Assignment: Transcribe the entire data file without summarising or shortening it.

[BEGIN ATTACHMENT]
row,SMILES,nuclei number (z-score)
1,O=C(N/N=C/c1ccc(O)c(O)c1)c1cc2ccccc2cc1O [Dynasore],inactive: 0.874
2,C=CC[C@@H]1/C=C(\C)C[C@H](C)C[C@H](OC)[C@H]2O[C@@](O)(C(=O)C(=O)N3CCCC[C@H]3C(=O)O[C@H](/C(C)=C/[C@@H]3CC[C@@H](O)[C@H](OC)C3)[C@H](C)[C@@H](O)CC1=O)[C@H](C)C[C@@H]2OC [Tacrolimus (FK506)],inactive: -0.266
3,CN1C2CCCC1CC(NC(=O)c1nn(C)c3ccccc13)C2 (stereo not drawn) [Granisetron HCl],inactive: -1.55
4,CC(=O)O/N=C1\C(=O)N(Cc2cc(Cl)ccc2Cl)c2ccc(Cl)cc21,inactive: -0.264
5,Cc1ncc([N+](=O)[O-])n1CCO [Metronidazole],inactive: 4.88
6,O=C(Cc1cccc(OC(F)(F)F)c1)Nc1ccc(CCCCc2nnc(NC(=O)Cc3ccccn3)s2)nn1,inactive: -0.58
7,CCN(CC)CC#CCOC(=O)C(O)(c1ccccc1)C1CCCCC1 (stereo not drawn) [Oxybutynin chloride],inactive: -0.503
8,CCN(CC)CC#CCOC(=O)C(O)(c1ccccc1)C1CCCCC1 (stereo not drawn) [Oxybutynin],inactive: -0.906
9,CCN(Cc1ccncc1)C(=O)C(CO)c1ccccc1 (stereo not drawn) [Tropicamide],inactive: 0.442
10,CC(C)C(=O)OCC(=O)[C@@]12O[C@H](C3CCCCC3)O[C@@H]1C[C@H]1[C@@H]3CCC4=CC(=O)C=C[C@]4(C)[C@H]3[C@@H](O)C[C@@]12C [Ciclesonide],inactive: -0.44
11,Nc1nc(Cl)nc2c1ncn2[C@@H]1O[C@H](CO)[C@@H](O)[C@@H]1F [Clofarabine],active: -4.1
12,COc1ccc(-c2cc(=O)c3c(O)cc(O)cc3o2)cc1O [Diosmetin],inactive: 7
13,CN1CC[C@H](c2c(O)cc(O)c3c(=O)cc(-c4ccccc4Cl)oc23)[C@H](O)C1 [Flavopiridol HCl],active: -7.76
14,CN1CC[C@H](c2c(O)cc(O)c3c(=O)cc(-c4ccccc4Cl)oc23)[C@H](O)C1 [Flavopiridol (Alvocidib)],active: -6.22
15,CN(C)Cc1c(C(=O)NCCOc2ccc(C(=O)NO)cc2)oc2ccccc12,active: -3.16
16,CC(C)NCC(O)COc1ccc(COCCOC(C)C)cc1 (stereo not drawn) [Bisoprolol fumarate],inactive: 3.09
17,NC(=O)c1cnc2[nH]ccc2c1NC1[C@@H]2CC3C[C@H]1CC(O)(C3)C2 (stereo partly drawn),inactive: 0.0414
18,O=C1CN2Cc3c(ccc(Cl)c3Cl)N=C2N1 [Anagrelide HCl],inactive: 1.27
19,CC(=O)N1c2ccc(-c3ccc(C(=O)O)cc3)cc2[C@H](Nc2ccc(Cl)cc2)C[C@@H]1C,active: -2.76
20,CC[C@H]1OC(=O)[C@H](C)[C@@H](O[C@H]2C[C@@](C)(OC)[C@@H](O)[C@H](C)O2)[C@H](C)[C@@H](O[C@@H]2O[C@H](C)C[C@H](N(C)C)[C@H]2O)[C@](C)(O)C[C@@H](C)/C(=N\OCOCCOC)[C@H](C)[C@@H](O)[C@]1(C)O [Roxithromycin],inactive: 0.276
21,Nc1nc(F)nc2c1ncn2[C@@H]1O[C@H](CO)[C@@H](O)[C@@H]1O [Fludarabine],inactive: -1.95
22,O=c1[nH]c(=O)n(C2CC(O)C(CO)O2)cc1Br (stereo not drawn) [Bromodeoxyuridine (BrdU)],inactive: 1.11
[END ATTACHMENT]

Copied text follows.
row,SMILES,nuclei number (z-score)
1,O=C(N/N=C/c1ccc(O)c(O)c1)c1cc2ccccc2cc1O [Dynasore],inactive: 0.874
2,C=CC[C@@H]1/C=C(\C)C[C@H](C)C[C@H](OC)[C@H]2O[C@@](O)(C(=O)C(=O)N3CCCC[C@H]3C(=O)O[C@H](/C(C)=C/[C@@H]3CC[C@@H](O)[C@H](OC)C3)[C@H](C)[C@@H](O)CC1=O)[C@H](C)C[C@@H]2OC [Tacrolimus (FK506)],inactive: -0.266
3,CN1C2CCCC1CC(NC(=O)c1nn(C)c3ccccc13)C2 (stereo not drawn) [Granisetron HCl],inactive: -1.55
4,CC(=O)O/N=C1\C(=O)N(Cc2cc(Cl)ccc2Cl)c2ccc(Cl)cc21,inactive: -0.264
5,Cc1ncc([N+](=O)[O-])n1CCO [Metronidazole],inactive: 4.88
6,O=C(Cc1cccc(OC(F)(F)F)c1)Nc1ccc(CCCCc2nnc(NC(=O)Cc3ccccn3)s2)nn1,inactive: -0.58
7,CCN(CC)CC#CCOC(=O)C(O)(c1ccccc1)C1CCCCC1 (stereo not drawn) [Oxybutynin chloride],inactive: -0.503
8,CCN(CC)CC#CCOC(=O)C(O)(c1ccccc1)C1CCCCC1 (stereo not drawn) [Oxybutynin],inactive: -0.906
9,CCN(Cc1ccncc1)C(=O)C(CO)c1ccccc1 (stereo not drawn) [Tropicamide],inactive: 0.442
10,CC(C)C(=O)OCC(=O)[C@@]12O[C@H](C3CCCCC3)O[C@@H]1C[C@H]1[C@@H]3CCC4=CC(=O)C=C[C@]4(C)[C@H]3[C@@H](O)C[C@@]12C [Ciclesonide],inactive: -0.44
11,Nc1nc(Cl)nc2c1ncn2[C@@H]1O[C@H](CO)[C@@H](O)[C@@H]1F [Clofarabine],active: -4.1
12,COc1ccc(-c2cc(=O)c3c(O)cc(O)cc3o2)cc1O [Diosmetin],inactive: 7
13,CN1CC[C@H](c2c(O)cc(O)c3c(=O)cc(-c4ccccc4Cl)oc23)[C@H](O)C1 [Flavopiridol HCl],active: -7.76
14,CN1CC[C@H](c2c(O)cc(O)c3c(=O)cc(-c4ccccc4Cl)oc23)[C@H](O)C1 [Flavopiridol (Alvocidib)],active: -6.22
15,CN(C)Cc1c(C(=O)NCCOc2ccc(C(=O)NO)cc2)oc2ccccc12,active: -3.16
16,CC(C)NCC(O)COc1ccc(COCCOC(C)C)cc1 (stereo not drawn) [Bisoprolol fumarate],inactive: 3.09
17,NC(=O)c1cnc2[nH]ccc2c1NC1[C@@H]2CC3C[C@H]1CC(O)(C3)C2 (stereo partly drawn),inactive: 0.0414
18,O=C1CN2Cc3c(ccc(Cl)c3Cl)N=C2N1 [Anagrelide HCl],inactive: 1.27
19,CC(=O)N1c2ccc(-c3ccc(C(=O)O)cc3)cc2[C@H](Nc2ccc(Cl)cc2)C[C@@H]1C,active: -2.76
20,CC[C@H]1OC(=O)[C@H](C)[C@@H](O[C@H]2C[C@@](C)(OC)[C@@H](O)[C@H](C)O2)[C@H](C)[C@@H](O[C@@H]2O[C@H](C)C[C@H](N(C)C)[C@H]2O)[C@](C)(O)C[C@@H](C)/C(=N\OCOCCOC)[C@H](C)[C@@H](O)[C@]1(C)O [Roxithromycin],inactive: 0.276
21,Nc1nc(F)nc2c1ncn2[C@@H]1O[C@H](CO)[C@@H](O)[C@@H]1O [Fludarabine],inactive: -1.95
22,O=c1[nH]c(=O)n(C2CC(O)C(CO)O2)cc1Br (stereo not drawn) [Bromodeoxyuridine (BrdU)],inactive: 1.11